When an album comes about by accident it can do a lot to a band, maybe be a hit and maybe be a miss. Mumford & Sons have just released their third album Wilder Mind, drastically changing their style from the iconic folk band they are, to the new sound they have created.
This album shows the departure from the tones they are known for. Gone are the banjos and instead we hear the textured inlays from a more musical input. This album has a more rock/alternative edge to it with Marcus Mumford saying this is ‘a development, not a departure.’ But gone are the sounds from Sigh No More and Babel, which true fans admired.
Believe is the first single released from Wilder Mind after being heard a month ago. This song can only be described as a crossover between Coldplay and Snow Patrol. There are no banjos in sight, the intro sounds exactly like Coldplay and with the build up of instruments you believe the banjo will come in and take over the song, but unfortunately no. This song will sell however; it is a perfect song for an arena tour and the one good thing is we haven’t lost the intense lyrics combined with the creativity within the use of instruments, ‘open up my eyes, tell me I’m alive’. This creates a perfect atmosphere for a song of this kind, it builds up that overwhelming ability, but just isn’t what is expected from Mumford & Sons.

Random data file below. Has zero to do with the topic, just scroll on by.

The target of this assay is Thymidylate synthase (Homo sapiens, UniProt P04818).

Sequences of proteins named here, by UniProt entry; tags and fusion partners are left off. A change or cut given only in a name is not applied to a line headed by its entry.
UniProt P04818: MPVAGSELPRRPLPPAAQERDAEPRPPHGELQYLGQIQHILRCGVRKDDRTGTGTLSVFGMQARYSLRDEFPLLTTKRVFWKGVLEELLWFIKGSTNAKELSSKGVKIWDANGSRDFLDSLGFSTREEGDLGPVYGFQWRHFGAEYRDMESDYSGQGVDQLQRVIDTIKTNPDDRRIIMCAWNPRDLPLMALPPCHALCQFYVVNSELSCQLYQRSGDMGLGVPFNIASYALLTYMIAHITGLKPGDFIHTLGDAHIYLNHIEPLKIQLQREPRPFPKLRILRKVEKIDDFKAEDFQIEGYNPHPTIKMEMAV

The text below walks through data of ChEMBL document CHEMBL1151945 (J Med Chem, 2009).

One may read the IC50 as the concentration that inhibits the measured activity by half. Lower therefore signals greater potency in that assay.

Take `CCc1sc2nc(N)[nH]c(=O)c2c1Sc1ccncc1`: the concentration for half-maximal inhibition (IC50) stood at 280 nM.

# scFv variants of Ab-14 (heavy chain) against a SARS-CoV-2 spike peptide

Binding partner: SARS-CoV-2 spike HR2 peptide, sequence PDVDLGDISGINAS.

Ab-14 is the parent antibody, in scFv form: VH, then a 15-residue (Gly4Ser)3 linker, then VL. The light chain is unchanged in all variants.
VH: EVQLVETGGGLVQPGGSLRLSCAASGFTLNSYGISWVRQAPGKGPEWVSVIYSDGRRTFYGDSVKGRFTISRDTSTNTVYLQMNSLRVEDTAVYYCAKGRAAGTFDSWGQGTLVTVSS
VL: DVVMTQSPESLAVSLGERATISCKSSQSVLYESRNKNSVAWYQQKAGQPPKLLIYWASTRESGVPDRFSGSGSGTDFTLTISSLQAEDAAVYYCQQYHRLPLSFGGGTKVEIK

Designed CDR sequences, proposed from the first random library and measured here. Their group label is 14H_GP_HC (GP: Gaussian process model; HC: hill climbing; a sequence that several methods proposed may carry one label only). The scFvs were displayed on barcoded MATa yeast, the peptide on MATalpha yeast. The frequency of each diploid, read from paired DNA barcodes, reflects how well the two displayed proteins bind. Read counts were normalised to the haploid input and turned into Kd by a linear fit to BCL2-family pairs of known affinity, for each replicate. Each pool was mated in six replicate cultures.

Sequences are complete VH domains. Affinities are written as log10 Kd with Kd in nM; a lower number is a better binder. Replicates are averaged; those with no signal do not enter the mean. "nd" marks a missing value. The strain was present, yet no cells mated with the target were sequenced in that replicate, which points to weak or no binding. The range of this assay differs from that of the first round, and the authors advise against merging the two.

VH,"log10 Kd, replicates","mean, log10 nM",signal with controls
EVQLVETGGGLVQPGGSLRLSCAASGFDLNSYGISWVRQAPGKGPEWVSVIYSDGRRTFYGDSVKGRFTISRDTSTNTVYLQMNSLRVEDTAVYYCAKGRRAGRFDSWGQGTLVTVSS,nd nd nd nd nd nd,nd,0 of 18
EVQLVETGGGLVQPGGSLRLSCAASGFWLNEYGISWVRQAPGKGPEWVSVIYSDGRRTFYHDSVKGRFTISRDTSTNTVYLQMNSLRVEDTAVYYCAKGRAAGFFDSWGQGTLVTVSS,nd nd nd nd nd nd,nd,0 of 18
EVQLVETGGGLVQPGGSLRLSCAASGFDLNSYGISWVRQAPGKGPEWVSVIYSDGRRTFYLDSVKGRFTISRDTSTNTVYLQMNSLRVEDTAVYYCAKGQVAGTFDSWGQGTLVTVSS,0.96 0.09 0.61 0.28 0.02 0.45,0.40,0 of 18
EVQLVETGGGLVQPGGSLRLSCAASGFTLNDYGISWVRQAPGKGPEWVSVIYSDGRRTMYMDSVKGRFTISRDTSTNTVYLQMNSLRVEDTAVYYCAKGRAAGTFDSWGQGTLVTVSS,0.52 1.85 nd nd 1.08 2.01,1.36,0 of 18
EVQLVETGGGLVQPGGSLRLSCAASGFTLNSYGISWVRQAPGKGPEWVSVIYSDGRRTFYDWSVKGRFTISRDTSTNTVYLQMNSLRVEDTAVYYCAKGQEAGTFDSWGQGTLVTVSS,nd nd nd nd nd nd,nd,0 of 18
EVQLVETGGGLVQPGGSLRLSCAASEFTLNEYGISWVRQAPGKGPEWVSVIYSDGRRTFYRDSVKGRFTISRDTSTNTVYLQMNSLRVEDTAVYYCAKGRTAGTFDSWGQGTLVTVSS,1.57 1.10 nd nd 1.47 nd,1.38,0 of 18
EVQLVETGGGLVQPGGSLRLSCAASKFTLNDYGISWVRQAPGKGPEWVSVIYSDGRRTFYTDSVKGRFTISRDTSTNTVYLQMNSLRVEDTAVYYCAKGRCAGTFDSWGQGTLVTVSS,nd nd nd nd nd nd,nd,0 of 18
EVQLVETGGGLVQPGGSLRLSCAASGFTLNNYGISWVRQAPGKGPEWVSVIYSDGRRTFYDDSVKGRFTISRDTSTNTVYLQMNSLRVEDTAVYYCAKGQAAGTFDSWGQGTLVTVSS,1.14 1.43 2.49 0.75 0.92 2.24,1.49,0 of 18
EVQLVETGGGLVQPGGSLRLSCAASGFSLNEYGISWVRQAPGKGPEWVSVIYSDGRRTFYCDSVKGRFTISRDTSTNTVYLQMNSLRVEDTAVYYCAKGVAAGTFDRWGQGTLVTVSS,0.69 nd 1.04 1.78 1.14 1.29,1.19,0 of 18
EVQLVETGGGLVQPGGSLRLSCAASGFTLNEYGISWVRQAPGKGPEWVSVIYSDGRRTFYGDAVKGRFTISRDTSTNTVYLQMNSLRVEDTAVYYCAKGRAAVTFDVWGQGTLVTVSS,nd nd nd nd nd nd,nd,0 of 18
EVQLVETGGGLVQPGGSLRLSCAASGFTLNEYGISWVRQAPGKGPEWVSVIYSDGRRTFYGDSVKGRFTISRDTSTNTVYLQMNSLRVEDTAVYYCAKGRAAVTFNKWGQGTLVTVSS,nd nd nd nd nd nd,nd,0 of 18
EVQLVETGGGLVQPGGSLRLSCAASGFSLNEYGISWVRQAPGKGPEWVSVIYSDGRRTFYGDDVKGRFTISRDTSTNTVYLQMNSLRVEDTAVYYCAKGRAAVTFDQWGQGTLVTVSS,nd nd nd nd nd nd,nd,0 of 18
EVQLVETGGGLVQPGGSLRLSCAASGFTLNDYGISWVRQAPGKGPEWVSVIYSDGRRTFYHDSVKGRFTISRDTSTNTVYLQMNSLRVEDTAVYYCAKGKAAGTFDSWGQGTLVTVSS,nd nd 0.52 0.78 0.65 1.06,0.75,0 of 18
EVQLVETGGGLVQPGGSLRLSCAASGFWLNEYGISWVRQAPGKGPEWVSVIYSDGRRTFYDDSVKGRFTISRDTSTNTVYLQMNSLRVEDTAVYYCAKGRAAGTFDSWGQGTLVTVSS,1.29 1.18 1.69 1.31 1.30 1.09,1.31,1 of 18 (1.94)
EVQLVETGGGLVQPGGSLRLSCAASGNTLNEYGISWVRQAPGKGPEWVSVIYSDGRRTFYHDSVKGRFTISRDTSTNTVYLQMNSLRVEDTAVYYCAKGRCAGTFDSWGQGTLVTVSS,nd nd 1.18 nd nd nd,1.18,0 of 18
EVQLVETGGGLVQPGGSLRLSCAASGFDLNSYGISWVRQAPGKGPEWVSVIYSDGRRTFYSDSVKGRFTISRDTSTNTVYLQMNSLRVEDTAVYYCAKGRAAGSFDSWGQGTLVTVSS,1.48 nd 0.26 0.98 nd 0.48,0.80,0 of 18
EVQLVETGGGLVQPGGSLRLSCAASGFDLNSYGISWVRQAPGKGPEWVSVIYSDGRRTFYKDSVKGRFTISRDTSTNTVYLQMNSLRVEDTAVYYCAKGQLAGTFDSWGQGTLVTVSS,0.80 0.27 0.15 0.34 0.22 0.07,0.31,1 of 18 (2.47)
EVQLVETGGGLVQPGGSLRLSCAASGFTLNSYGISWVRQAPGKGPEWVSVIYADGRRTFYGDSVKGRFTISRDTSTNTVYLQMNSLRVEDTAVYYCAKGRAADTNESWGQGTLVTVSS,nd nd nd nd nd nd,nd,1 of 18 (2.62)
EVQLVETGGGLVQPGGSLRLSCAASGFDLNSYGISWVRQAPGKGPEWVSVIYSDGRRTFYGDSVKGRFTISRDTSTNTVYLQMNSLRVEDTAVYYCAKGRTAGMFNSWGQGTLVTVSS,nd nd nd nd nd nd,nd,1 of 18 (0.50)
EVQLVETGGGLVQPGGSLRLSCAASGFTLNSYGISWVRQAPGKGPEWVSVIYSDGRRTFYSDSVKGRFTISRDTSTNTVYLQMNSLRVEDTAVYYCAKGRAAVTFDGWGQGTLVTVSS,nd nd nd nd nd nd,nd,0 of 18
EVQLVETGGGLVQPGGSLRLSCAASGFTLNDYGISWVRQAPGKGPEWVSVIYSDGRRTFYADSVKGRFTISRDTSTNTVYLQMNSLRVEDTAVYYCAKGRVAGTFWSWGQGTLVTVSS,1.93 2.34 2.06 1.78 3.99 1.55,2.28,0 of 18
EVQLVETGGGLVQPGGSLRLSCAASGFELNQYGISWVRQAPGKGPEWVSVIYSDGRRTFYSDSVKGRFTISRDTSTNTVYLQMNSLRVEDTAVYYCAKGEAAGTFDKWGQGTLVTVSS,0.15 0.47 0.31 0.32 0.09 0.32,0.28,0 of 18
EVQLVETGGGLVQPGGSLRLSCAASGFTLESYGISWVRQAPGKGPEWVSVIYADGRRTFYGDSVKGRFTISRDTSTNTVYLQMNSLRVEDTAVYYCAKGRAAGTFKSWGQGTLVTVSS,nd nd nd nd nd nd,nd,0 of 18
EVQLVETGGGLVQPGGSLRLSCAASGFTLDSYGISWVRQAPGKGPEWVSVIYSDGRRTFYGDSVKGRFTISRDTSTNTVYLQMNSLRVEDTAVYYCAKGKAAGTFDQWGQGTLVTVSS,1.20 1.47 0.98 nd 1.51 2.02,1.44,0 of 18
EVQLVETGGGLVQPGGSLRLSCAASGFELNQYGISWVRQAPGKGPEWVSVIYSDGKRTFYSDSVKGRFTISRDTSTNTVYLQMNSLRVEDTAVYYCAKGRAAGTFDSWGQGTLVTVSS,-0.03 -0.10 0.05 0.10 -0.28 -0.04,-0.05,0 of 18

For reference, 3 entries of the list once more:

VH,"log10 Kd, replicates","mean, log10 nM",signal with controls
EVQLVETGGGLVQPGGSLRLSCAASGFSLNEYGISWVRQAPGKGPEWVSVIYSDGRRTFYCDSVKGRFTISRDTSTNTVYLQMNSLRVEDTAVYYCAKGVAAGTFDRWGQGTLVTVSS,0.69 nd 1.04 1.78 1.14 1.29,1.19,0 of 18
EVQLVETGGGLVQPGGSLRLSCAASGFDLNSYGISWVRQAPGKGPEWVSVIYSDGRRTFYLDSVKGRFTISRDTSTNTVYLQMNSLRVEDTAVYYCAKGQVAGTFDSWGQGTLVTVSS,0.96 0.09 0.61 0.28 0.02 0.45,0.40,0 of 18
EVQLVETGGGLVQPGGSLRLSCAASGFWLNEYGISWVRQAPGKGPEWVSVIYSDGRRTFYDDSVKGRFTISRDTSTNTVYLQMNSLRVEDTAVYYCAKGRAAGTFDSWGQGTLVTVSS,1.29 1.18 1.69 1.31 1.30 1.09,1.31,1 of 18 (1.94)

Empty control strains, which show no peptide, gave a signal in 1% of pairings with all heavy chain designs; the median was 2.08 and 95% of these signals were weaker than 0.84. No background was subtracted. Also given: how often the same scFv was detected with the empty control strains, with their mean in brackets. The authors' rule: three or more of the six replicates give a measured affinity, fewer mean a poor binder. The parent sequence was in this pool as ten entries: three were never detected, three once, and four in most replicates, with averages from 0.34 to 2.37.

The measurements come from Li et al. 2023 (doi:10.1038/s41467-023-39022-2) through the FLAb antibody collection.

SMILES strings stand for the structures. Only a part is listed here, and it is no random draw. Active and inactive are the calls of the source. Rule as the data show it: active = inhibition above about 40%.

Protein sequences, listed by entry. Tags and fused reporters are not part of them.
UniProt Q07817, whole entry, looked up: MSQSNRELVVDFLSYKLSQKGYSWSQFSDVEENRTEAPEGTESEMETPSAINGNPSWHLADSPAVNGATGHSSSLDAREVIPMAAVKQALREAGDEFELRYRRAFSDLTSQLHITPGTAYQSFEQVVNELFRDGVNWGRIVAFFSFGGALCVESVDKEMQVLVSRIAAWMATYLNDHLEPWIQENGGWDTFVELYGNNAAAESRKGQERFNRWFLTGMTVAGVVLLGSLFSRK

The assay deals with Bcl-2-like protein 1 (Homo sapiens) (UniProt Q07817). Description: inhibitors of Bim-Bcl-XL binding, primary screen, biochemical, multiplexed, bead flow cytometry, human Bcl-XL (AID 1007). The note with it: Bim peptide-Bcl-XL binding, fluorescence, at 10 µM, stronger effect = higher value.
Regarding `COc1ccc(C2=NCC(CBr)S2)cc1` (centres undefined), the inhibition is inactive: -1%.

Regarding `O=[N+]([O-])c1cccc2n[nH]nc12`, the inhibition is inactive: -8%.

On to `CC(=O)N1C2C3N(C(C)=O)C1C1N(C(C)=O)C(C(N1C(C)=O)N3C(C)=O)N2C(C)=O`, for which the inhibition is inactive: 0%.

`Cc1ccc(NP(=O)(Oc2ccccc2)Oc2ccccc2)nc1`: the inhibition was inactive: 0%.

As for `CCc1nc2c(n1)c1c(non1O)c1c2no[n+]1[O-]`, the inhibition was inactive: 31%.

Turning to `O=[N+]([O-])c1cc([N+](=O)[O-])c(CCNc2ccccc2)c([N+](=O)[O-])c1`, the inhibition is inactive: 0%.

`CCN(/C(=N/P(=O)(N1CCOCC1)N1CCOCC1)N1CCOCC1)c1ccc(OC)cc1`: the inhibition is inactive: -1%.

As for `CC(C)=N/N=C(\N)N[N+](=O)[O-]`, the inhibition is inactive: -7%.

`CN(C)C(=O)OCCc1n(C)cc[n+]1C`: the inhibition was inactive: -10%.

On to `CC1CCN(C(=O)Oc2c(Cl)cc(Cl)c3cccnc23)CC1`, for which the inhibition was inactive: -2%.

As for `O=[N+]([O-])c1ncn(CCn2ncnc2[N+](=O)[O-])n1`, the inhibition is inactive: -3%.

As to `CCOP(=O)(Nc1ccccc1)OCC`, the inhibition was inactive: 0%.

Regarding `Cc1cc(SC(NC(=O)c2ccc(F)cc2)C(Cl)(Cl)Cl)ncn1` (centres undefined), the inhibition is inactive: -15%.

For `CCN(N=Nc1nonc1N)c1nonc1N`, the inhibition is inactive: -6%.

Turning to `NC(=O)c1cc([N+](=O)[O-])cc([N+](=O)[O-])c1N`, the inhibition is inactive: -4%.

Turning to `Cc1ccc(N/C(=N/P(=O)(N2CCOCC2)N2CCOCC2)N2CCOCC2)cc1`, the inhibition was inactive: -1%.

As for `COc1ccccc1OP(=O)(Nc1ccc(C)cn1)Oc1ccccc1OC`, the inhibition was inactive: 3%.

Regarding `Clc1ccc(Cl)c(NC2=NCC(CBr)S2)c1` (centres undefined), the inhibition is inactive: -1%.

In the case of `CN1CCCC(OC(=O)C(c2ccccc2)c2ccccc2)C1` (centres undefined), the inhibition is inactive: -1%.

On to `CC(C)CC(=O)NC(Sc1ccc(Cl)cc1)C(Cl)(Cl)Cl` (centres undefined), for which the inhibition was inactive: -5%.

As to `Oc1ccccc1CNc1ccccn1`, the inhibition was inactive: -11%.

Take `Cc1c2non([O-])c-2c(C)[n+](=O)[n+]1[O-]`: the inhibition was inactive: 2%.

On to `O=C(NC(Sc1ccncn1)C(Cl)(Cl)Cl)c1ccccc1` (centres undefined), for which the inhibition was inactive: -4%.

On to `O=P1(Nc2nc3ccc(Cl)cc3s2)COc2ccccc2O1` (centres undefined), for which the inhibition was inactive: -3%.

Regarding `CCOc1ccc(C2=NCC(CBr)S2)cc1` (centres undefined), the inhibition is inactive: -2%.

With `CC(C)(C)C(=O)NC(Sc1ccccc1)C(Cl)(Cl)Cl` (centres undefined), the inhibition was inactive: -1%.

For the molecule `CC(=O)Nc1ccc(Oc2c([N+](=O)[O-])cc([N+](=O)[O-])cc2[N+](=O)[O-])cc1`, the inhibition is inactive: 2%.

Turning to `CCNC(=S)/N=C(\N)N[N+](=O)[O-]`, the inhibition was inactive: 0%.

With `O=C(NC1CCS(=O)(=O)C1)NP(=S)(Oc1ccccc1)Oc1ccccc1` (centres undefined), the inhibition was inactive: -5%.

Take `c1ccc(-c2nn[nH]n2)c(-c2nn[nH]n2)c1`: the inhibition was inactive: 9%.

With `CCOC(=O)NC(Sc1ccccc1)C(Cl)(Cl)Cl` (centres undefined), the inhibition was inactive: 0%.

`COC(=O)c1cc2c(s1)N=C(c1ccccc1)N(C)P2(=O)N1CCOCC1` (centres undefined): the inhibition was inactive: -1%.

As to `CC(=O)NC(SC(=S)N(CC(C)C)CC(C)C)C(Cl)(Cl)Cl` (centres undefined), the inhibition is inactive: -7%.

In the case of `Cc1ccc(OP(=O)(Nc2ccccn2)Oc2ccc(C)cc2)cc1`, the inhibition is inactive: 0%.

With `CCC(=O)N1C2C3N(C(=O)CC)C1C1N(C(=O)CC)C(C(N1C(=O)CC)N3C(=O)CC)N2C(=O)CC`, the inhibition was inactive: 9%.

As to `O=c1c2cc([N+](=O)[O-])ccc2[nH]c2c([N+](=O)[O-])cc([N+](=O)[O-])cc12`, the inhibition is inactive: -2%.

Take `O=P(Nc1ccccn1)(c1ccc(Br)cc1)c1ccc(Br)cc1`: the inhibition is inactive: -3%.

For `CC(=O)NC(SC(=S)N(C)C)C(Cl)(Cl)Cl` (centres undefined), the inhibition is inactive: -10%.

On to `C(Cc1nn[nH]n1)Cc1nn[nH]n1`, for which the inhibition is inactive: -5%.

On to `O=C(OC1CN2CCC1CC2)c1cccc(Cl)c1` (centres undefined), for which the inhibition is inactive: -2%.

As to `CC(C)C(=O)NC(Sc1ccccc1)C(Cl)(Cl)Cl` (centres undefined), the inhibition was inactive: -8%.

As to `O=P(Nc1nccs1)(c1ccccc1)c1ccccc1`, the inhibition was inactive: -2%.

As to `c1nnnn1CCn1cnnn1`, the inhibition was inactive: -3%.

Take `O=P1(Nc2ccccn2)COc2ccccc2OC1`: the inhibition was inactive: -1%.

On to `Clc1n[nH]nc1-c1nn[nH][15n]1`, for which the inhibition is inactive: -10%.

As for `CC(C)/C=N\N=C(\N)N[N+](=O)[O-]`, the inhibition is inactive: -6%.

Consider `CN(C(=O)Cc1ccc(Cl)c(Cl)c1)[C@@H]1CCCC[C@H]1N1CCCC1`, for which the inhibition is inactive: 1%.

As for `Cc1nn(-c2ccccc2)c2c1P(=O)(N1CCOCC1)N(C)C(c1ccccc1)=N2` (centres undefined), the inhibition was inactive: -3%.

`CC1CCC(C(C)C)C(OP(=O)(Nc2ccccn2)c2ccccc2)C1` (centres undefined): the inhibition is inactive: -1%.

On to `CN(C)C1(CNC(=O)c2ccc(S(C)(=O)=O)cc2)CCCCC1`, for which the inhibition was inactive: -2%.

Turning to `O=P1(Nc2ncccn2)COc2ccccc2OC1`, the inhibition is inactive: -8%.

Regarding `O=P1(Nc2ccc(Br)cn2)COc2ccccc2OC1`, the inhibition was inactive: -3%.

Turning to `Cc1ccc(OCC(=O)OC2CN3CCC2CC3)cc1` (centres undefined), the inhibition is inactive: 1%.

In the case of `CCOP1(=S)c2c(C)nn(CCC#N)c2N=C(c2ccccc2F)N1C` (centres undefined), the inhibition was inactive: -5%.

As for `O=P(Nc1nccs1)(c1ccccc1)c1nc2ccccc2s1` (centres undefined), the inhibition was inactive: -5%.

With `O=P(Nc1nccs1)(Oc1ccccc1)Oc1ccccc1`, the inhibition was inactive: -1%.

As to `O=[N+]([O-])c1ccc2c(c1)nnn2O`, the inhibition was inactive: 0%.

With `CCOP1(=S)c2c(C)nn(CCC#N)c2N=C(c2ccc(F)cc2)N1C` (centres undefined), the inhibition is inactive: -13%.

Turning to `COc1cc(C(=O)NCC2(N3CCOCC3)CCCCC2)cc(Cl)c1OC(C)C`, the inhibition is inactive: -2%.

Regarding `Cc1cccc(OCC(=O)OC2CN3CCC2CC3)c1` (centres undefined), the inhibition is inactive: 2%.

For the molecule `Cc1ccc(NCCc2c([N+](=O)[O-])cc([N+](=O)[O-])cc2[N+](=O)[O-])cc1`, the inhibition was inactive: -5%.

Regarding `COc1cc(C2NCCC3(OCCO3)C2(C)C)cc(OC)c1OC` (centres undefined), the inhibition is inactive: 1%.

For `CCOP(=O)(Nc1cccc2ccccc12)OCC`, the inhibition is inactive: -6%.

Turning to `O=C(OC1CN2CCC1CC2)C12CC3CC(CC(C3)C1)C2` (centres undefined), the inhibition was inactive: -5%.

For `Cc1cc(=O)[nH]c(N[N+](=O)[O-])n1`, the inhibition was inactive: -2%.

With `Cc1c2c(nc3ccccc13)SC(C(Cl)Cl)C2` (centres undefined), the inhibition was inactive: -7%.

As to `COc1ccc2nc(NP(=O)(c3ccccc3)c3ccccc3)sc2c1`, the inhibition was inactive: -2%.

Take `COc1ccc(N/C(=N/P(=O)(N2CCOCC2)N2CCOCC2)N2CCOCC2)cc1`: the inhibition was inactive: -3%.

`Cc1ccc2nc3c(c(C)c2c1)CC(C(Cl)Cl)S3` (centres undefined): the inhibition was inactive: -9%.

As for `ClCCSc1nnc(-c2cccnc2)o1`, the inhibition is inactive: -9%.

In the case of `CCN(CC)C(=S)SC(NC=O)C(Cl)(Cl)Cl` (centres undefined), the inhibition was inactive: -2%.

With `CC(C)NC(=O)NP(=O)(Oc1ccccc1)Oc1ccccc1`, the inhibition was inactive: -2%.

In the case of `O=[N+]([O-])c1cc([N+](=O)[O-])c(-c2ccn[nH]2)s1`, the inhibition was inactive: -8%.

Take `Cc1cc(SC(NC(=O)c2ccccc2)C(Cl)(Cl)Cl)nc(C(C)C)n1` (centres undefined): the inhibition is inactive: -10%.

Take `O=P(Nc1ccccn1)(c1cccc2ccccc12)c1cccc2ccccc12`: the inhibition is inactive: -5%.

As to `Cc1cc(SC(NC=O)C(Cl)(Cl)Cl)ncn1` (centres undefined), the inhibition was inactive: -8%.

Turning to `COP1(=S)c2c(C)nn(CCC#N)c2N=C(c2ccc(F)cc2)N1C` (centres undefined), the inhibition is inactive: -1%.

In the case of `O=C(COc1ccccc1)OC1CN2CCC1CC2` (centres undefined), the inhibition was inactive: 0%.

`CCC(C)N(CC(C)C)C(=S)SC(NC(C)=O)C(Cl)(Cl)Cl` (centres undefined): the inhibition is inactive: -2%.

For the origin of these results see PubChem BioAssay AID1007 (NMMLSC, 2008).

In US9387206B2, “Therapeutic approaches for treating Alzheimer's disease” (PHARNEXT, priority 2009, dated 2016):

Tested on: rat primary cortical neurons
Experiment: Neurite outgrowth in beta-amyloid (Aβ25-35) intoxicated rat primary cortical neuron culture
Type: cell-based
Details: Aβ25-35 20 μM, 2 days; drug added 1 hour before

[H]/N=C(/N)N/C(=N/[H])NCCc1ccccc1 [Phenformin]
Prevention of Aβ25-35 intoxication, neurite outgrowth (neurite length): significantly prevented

The Wolf follows on from Believe with the lyrics being the forefront of the song and some resemblance to the Mumford & Sons we all remember. Don’t get me wrong, there are no banjos, the drums take over and that unfamiliar electric guitar kicks in. But Marcus Mumford screams out those heartfelt lyrics again like we remember in their previous albums, ‘you were all I ever longed for.’
The album takes a dastardly turn after the first couple of songs. The tempo changes from their ‘newly established’ alternative sound and becomes slow and monotonous. Snake Eyes highlights this exact point. Marcus Mumford’s vocals are wearisome, with no emotion behind them. However the instruments build-up and are layered in a captivating style but sadly the juxtaposition with the vocals fails, allowing no build-up within the song.
Broad Shouldered Beasts is the only song in this album that has the nostalgic resemblance to the sounds from Sigh No More and Babel. Marcus’ vocal abilities resemble those we remember from the previous albums. The atmospheric feel of the song is built up through his vocals alone. The lyrics themselves are alluring and heartbreaking, ‘It’s alright, take it out on me.’ This song shows they still have that ability to reach their music out to every corner within a venue and really enhance their sound and creativity.
Wilder Mind itself is a decent album, it has good production from the fantastic James Ford (produced previous albums with Arctic Monkeys and Haim), however the most disappointing aspect of this album is the loss of Mumford & Sons and their unique sound. At the end of the day, this album will sell and it will bring in a whole new fanbase for the established band. It’s just apparent this album needs to come with a warning sign of ‘no banjos.’ There is hope for their fourth album, and we can only pray that there will be the mix of folk and their new sound to reach out to all.